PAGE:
Having fallen out of fashion following the French revolution, the French royal styles of the Ancien Régime enjoyed a revival during the 1860s, under the rule of Napoleon III. Promoting this reawakening of appreciation for the art of the Bourbon dynasties was Empress Eugénie, who was fascinated by Queen Marie Antoinette and began collecting works of art in the Louis XVI style.
As a result, from the second half of the 19th century through to the 1920s, the style of the French royal court became the preferred revival style for furnishing the homes of the wealthy, with furniture supplied from Paris gracing mansions from Newport to Siam and everywhere in between.
The Beurdeley family
A French ormolu and porcelain cartel clock and barometer. By Emmanuel-Alfred (dit Alfred II) Beurdeley, Paris, late 19th century. Estimate: £50,000-80,000. This work is offered in the Opulent Eye sale on 30 September at Christie’s London
The Beurdeley family were among the finest French manufacturers of furniture and objets d’art in the French royal styles, famed for producing pieces of such quality that they were almost indistinguishable from the unique originals crafted for the Bourbon kings. The cartel clock and pendant barometer in bronze doré, shown above, are inset with jasperware porcelain plaques, made by Beurdeley after the originals attributed to the bronzier Gouthière, formerly at the Château de Saint-Cloud and now in the Musée du Louvre.
An Important French ormolu-mounted kingwood and bois satiné cabinet by Emmanuel-Alfred (dit Alfred II) Beurdeley, Paris, dated 1894. Estimate: £150,000-250,000. This work is offered in the Opulent Eye sale on 30 September at Christie’s London
The cabinet, above, designed in the Chinoiserie style of the high rococo represents a masterpiece of the Beurdeley workshop. The cabinet is known as ‘La Music Chinoise’ after the central ornament of a seated Chinese figure playing a mandolin. Conceived by Emmanuel-Alfred (known as Alfred II) Beurdeley, it was not made for sale, but as a personal tribute to the family’s legacy and displayed at Beurdeley’s hôtel particulier at 79, rue de Clichy, Paris.
A pair of French ormolu and painted metal five-light candelabra. By Emmanuel-Alfred (dit Alfred II) Beurdeley, late 19th century. Estimate: £20,000-40,000. This work is offered in the Opulent Eye sale on 30 September at Christie’s London
Also by Beurdeley and dating to the late 19th century, these candelabra recall the ‘Goût grec’ style of French neoclassicism fashionable in the 1760s. They combine tôle, enamelled or painted sheet metal (here painted blue) and ormolu or gilt-bronze from the French ormoulu meaning ‘powdered gold’. Beurdeley is renowned for the fine quality of their ormolu which is distinguished by the superior detail to the casting and ciseleur — referring to how the metal is ‘chased’ or carved with detail by the bronzier.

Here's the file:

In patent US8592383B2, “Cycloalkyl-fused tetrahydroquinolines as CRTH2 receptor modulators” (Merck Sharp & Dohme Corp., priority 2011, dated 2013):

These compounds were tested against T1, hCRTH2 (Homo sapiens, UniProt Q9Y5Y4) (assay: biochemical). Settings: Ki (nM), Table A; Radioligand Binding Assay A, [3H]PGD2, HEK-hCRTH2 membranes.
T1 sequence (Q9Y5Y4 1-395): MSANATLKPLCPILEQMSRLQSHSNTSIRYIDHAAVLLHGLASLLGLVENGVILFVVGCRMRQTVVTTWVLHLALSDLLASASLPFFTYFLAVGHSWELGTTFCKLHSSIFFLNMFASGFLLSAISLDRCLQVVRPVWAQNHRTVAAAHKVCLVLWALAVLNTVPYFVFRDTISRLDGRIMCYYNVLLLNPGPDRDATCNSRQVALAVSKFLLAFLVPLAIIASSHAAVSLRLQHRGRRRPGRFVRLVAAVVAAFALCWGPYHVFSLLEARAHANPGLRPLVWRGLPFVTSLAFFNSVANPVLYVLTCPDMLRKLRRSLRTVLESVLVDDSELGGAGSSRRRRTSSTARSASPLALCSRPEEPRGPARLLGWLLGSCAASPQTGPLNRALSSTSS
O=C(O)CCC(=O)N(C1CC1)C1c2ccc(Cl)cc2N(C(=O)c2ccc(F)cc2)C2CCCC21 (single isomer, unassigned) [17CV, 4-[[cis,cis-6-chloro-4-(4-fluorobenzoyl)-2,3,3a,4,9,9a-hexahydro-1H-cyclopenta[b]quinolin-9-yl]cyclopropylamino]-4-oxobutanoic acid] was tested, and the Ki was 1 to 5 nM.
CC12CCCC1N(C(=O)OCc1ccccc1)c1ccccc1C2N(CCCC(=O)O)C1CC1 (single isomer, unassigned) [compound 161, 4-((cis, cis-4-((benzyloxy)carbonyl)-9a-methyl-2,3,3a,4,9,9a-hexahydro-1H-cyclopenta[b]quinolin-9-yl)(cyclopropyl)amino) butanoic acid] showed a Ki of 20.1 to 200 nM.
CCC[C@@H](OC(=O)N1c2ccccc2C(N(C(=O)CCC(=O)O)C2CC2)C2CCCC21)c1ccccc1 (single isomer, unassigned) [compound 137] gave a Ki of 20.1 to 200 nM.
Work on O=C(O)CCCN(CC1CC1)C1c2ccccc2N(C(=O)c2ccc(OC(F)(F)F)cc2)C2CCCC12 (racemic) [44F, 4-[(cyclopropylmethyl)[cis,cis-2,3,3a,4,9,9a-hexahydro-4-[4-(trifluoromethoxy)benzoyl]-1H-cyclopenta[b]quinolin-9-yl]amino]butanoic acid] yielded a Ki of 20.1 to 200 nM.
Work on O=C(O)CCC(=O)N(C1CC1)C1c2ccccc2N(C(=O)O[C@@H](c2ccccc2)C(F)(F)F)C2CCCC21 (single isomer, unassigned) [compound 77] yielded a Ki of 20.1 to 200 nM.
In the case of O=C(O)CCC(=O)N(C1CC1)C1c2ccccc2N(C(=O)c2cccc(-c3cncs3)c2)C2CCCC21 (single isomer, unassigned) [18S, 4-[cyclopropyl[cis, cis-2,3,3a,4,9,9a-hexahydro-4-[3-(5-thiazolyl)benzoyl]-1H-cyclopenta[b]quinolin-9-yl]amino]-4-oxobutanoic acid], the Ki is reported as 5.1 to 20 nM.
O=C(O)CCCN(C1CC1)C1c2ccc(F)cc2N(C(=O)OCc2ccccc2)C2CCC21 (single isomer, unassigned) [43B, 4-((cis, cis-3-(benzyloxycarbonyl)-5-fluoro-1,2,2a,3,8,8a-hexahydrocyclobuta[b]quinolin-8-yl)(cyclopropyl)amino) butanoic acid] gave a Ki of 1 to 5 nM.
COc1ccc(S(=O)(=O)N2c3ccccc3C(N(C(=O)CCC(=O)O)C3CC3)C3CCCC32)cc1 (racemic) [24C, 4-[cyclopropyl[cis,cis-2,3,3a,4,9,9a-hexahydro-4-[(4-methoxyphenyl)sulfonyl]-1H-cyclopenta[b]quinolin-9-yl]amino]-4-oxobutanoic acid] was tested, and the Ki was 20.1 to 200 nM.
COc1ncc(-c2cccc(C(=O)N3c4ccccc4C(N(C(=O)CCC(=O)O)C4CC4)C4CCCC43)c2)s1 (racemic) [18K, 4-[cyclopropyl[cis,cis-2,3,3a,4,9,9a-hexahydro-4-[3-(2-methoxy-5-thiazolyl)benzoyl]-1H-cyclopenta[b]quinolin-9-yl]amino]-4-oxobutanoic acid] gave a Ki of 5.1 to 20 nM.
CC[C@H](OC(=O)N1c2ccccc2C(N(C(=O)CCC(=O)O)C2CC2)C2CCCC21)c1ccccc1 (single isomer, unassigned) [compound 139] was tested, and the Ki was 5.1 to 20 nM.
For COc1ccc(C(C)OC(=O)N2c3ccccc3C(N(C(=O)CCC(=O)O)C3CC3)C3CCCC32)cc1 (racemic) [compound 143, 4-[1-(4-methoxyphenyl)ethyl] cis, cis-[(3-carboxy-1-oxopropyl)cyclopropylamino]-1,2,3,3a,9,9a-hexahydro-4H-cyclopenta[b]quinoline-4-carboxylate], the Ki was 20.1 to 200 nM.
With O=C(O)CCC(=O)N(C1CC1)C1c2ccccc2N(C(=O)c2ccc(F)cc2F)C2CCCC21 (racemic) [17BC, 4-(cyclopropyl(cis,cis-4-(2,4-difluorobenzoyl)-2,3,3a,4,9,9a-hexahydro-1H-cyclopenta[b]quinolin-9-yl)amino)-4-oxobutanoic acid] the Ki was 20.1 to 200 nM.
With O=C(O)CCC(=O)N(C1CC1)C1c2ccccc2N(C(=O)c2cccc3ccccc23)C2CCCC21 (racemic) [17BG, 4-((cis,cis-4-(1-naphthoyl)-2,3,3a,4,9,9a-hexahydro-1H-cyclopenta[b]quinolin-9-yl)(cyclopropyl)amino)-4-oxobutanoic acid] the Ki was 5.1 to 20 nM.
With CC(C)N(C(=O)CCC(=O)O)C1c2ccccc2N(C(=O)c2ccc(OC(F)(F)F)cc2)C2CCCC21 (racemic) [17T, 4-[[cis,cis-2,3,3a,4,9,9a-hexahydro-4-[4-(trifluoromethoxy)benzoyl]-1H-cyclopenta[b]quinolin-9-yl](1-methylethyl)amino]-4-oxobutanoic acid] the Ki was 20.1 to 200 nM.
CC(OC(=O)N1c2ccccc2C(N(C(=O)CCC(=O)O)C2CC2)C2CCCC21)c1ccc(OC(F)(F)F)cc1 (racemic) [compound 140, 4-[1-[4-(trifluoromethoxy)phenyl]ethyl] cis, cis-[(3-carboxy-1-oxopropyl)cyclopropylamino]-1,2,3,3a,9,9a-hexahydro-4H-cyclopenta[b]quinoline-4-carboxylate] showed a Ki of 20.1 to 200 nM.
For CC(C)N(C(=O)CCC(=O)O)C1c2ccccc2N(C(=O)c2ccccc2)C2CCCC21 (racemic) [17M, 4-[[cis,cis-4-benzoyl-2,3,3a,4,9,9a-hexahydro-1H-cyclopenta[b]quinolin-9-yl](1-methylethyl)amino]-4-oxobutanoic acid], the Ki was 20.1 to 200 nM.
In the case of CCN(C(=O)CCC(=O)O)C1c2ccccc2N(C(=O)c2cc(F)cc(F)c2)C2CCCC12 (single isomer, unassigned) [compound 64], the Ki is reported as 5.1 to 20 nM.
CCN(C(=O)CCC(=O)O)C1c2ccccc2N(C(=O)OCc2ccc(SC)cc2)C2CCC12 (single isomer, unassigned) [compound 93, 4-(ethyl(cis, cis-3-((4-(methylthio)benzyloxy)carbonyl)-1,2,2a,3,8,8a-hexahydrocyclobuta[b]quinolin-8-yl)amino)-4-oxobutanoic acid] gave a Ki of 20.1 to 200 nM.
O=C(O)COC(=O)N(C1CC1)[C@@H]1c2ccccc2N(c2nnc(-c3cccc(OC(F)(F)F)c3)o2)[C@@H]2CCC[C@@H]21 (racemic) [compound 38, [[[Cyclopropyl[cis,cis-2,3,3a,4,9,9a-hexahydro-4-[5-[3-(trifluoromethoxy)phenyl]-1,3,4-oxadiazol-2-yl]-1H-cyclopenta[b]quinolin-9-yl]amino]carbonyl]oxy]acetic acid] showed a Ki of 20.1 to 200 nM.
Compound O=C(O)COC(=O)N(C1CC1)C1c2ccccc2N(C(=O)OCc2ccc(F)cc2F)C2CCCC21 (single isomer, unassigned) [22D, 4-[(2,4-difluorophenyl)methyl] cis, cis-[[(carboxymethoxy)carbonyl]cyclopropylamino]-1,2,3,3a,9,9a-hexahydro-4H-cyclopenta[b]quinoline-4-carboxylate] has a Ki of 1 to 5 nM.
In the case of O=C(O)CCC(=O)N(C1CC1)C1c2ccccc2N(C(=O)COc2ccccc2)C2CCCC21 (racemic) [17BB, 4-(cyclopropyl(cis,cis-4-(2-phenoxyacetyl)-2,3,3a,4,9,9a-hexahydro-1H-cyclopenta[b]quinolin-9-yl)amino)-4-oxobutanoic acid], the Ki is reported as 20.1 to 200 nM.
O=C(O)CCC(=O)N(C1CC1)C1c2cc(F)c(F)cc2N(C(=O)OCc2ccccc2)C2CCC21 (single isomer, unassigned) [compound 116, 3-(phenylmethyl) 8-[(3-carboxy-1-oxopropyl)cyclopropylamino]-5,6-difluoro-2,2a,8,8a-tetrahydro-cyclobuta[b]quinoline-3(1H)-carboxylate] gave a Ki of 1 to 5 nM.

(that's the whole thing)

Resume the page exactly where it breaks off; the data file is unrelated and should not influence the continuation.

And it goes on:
Charles Adrien Prosper d’Epinay (1836-1914)
The 19th century witnessed the greatest flourishing of marble statuary since antiquity. In France, the most gifted painters and sculptors competed for an annual bursary, the Prix de Rome, which allowed them to study in Rome for five years under sponsorship from the French state.
The sculptor Prosper d’Epinay (1836-1914) benefited from this scholarship, traveling to Rome in the early 1860s where he moved in elevated circles amongst European aristocracy and the artistic elite and immersed himself in study of the art of antiquity. Like many of his contemporaries d’Epinay established an atelier sourcing marble, as in the times of Ancient Rome, from the mines at Carrara. He also travelled to London where he was inspired by the marbles from the Parthenon bought to London from Athens at the turn of the 19th century.
An Important over-lifesize French marble figure of Penelope, entitled ‘Bonne Renommée’. By Charles Adrien Prosper d’Epinay (1836-1914), Paris, circa 1880. Estimate: £100,000-200,000. This work is offered in the Opulent Eye sale on 30 September at Christie’s London
The larger than life marble statue, shown above, recalls figures from the Parthenon frieze. The subject is Penelope, the wife of Ulysees from Homer’s The Odyssey, who is shown with her distaff spinning a yarn of thread, weaving as she awaits the return from the Trojan War of her husband Ulysees. Penelope is thus a symbol of wedded fidelity which hints at the other title by which this statue is known: Bonne Renommée from the French proverb: ‘bonne renommée vaut mieux que ceinture dorée’ (a good reputation is worth more than great riches).